abstractAbstract Background In June 2009 a global influenza pandemic was declared by the World Health Organisation. A vaccination programme against H1N1 influenza was introduced in many countries from September 2009, but there was low uptake in both the general population and health professionals in many, though not all, countries. Purpose To examine the psychological and demographic factors associated with uptake of vaccination during the 2009 pandemic. Method A systematic literature review searching Web of Science and PubMed databases up to 24 January 2011. Results 37 articles met the study inclusion criteria. Using the framework of Protection Motivation Theory the review found that both the degree of threat experienced in the 2009 pandemic influenza outbreak and perceptions of vaccination as an effective coping strategy were associated with stronger intentions and higher uptake of vaccination. Appraisal of threat resulted from both believing oneself to be at risk from developing H1N1 influenza and concern and worry about the disease. Appraisal of coping resulted from concerns about the safety of the vaccine and its side effects. There was evidence of an influence of social pressure in that people who thought that others wanted them to be vaccinated were more likely to do so and people getting their information about vaccination from official health sources being more likely to be vaccinated than those relying on unofficial sources. There was also a strong influence of past behaviour, with those having been vaccinated in the past against seasonal influenza being more likely to be vaccinated against pandemic influenza. Demographic factors associated with higher intentions and uptake of vaccination were: older age, male gender, being from an ethnic minority and, for health professionals, being a doctor. Discussion Interventions designed to increase vaccination rates could be developed and implemented in advance of a pandemic. Strategies to improve uptake of vaccination include interventions which highlight the risk posed by pandemic influenza while simultaneously offering tactics to ameliorate this risk (e.g. vaccination). Perceived concerns about vaccination can be tackled by reducing the omission bias (a perception that harm caused by action is worse than harm caused by inaction). In addition, interventions to increase seasonal influenza vaccination in advance of a future pandemic may be an effective strategy.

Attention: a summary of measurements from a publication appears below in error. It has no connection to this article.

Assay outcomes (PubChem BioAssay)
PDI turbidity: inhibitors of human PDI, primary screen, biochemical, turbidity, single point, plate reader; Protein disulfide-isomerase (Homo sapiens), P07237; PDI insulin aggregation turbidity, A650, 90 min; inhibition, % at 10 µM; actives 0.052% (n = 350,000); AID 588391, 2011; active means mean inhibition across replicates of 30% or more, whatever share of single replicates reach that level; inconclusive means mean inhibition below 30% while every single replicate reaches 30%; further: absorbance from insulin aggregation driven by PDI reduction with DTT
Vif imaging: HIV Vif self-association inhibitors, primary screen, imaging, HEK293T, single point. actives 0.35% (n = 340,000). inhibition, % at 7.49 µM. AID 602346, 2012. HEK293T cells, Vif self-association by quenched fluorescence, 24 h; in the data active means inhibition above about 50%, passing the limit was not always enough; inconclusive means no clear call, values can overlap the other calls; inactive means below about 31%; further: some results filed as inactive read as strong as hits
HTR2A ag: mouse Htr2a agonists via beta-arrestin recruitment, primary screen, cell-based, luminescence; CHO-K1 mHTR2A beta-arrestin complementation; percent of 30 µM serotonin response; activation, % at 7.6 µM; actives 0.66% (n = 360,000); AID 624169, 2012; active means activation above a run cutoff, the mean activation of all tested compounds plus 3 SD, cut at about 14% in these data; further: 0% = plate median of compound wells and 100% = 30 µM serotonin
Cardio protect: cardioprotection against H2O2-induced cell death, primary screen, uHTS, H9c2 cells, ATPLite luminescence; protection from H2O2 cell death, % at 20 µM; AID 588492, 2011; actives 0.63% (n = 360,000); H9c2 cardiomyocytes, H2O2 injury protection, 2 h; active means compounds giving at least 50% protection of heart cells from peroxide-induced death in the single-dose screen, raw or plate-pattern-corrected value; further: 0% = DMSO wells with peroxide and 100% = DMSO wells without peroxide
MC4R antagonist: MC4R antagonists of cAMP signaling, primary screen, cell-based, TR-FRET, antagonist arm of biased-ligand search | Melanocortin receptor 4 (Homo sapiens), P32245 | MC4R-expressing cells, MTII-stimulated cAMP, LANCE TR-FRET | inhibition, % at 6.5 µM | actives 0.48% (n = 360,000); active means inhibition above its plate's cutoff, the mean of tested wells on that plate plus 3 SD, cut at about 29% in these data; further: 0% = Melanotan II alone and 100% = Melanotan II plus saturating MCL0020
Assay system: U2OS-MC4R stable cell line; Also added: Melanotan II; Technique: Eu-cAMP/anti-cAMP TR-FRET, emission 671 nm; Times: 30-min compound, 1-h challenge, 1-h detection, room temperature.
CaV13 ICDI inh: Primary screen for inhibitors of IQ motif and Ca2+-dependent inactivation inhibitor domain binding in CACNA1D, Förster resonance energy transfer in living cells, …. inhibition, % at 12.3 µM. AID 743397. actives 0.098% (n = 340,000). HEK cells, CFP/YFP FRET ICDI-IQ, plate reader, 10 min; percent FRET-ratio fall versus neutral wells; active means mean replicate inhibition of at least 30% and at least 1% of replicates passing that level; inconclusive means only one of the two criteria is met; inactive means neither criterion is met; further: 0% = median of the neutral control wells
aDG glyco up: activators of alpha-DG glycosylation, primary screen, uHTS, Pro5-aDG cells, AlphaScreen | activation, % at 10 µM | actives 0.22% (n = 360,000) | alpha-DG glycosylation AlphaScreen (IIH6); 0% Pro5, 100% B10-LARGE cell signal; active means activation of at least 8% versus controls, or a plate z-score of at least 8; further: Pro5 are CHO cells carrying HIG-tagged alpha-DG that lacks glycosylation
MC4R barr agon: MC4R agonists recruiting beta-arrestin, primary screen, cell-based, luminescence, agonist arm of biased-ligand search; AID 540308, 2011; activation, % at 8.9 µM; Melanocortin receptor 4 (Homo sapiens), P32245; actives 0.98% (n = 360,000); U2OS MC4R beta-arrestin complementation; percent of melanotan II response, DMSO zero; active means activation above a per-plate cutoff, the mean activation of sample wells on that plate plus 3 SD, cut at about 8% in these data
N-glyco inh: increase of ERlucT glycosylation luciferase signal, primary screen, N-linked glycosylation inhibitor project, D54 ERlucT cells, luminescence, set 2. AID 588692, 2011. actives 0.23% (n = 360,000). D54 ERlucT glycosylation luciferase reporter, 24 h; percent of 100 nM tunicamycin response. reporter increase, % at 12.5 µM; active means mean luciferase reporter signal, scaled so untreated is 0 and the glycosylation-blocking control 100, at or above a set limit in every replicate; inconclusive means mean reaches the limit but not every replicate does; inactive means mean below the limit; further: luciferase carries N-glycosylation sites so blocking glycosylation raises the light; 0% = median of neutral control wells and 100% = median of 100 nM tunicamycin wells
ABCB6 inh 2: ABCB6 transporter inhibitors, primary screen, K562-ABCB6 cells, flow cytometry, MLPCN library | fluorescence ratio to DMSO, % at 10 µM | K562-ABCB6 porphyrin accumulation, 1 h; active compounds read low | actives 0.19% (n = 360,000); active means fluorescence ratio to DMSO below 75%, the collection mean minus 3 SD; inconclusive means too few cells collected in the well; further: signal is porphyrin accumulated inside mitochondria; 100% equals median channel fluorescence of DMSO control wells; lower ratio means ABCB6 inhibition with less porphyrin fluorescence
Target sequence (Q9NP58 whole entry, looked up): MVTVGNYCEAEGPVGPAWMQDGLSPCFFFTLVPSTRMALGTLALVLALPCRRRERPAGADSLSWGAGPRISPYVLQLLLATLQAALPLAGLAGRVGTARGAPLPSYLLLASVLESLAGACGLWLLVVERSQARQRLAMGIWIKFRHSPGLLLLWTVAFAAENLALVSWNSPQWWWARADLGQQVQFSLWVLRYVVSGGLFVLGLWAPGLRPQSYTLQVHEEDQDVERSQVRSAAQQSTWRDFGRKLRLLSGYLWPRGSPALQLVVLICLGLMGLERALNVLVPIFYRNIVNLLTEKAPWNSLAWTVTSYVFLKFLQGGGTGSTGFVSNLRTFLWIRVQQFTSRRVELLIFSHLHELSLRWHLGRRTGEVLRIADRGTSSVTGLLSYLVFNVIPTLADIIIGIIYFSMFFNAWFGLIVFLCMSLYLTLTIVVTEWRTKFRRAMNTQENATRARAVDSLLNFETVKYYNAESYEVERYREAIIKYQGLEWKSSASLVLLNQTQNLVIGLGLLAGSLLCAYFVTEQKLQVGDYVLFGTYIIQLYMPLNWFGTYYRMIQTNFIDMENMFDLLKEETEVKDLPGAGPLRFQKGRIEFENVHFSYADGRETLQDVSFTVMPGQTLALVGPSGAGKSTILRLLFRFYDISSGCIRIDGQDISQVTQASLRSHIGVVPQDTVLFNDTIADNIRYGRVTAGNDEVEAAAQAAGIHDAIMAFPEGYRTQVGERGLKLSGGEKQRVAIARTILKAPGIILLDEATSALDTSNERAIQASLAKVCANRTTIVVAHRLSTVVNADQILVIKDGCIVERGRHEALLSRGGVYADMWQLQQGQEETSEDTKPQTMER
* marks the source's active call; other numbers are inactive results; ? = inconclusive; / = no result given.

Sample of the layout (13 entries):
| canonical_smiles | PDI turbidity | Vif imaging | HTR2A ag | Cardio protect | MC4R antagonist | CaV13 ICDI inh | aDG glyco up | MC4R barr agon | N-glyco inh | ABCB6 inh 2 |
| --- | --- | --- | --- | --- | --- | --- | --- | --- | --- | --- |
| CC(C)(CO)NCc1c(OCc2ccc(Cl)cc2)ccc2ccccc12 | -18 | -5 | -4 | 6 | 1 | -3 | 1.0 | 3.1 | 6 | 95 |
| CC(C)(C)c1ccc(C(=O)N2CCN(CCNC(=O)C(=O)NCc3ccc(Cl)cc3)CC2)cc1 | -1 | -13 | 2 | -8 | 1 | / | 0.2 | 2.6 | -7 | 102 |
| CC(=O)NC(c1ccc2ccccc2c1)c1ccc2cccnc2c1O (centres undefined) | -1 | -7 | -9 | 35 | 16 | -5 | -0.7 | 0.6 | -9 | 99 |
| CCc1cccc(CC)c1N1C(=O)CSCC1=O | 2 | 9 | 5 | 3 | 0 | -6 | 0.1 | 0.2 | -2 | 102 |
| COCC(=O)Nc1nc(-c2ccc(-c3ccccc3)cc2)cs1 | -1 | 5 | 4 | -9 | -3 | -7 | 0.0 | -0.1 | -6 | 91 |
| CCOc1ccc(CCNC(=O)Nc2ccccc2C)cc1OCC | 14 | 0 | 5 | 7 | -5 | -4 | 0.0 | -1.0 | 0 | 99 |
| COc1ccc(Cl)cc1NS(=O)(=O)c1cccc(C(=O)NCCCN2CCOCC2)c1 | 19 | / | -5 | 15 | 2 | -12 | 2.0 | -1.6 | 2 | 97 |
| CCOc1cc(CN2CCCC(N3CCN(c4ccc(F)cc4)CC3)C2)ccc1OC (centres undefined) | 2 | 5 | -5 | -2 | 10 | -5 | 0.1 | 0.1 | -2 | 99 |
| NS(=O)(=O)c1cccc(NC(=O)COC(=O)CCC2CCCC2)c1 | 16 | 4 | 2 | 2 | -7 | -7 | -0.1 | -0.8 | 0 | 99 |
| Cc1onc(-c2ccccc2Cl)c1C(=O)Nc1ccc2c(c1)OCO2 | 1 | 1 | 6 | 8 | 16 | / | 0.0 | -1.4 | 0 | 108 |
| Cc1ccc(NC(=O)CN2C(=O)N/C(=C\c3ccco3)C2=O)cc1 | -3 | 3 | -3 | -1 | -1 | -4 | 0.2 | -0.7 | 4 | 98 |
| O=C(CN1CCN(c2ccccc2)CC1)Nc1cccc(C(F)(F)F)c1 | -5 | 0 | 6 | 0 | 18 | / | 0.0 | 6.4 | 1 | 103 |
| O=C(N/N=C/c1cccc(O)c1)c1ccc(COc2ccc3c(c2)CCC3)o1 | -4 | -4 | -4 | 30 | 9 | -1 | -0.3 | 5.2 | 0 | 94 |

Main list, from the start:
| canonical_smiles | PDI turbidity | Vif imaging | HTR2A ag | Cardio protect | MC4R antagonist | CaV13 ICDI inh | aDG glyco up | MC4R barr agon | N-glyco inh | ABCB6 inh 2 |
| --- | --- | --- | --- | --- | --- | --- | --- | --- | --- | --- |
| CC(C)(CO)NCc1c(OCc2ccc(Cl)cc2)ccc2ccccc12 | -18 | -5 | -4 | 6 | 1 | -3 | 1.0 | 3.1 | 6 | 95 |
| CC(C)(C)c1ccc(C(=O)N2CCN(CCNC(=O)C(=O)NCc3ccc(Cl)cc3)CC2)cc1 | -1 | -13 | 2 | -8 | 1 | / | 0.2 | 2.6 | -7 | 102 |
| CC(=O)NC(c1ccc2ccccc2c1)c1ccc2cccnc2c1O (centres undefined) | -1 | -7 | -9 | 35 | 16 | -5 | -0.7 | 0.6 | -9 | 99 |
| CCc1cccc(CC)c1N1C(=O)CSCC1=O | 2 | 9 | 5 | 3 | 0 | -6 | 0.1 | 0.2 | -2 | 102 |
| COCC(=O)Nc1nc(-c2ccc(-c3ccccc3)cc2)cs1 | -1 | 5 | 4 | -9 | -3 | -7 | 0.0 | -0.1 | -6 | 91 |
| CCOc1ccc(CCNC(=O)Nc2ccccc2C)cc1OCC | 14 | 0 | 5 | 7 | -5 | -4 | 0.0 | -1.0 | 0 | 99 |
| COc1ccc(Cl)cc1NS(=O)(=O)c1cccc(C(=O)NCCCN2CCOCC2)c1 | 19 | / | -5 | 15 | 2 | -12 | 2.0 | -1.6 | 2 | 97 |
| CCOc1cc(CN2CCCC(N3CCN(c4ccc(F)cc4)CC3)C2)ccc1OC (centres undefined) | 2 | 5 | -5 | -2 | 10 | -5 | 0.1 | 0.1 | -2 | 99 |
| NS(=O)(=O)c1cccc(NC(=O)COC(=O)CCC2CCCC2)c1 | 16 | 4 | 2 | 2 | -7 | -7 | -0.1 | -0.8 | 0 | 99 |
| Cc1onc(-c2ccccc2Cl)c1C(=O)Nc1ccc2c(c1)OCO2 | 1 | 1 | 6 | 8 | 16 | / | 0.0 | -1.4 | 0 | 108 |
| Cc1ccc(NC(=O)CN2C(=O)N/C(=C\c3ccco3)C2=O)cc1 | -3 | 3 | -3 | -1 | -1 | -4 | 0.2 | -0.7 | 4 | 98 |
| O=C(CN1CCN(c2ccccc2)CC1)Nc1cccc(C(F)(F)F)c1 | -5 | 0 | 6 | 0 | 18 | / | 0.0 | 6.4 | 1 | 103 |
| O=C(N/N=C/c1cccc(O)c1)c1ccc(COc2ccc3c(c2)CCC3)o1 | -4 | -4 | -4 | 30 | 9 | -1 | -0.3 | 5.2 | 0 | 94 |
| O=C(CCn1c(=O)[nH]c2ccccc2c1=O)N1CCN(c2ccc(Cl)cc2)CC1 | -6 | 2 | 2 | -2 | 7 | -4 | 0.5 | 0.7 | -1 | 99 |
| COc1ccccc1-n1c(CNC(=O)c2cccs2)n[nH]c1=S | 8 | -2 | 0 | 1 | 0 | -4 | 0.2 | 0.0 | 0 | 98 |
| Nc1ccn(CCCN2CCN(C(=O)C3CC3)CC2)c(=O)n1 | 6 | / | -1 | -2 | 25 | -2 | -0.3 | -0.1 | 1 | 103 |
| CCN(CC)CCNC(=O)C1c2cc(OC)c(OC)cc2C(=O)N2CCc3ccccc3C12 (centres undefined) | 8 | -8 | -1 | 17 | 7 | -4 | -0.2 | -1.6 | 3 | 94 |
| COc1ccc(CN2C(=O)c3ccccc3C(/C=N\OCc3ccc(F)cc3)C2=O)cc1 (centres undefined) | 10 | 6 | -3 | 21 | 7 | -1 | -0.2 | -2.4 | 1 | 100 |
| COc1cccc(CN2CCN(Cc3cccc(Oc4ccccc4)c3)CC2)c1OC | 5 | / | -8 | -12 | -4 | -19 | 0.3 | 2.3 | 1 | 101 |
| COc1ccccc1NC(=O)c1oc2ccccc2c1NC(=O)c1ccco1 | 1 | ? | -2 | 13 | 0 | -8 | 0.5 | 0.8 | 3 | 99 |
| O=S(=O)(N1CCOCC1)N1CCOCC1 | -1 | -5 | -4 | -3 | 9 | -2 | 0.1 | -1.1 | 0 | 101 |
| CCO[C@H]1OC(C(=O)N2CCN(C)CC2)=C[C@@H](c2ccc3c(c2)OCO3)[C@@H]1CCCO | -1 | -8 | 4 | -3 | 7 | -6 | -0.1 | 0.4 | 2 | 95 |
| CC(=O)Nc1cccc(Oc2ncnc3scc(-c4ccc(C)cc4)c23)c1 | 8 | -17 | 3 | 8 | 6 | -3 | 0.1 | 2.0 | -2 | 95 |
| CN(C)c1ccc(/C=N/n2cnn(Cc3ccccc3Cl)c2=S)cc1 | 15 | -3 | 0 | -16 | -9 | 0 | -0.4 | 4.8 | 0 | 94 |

copKidlington
pubElsevier Ltd
pmid21756960
doi10.1016/j.vaccine.2011.06.107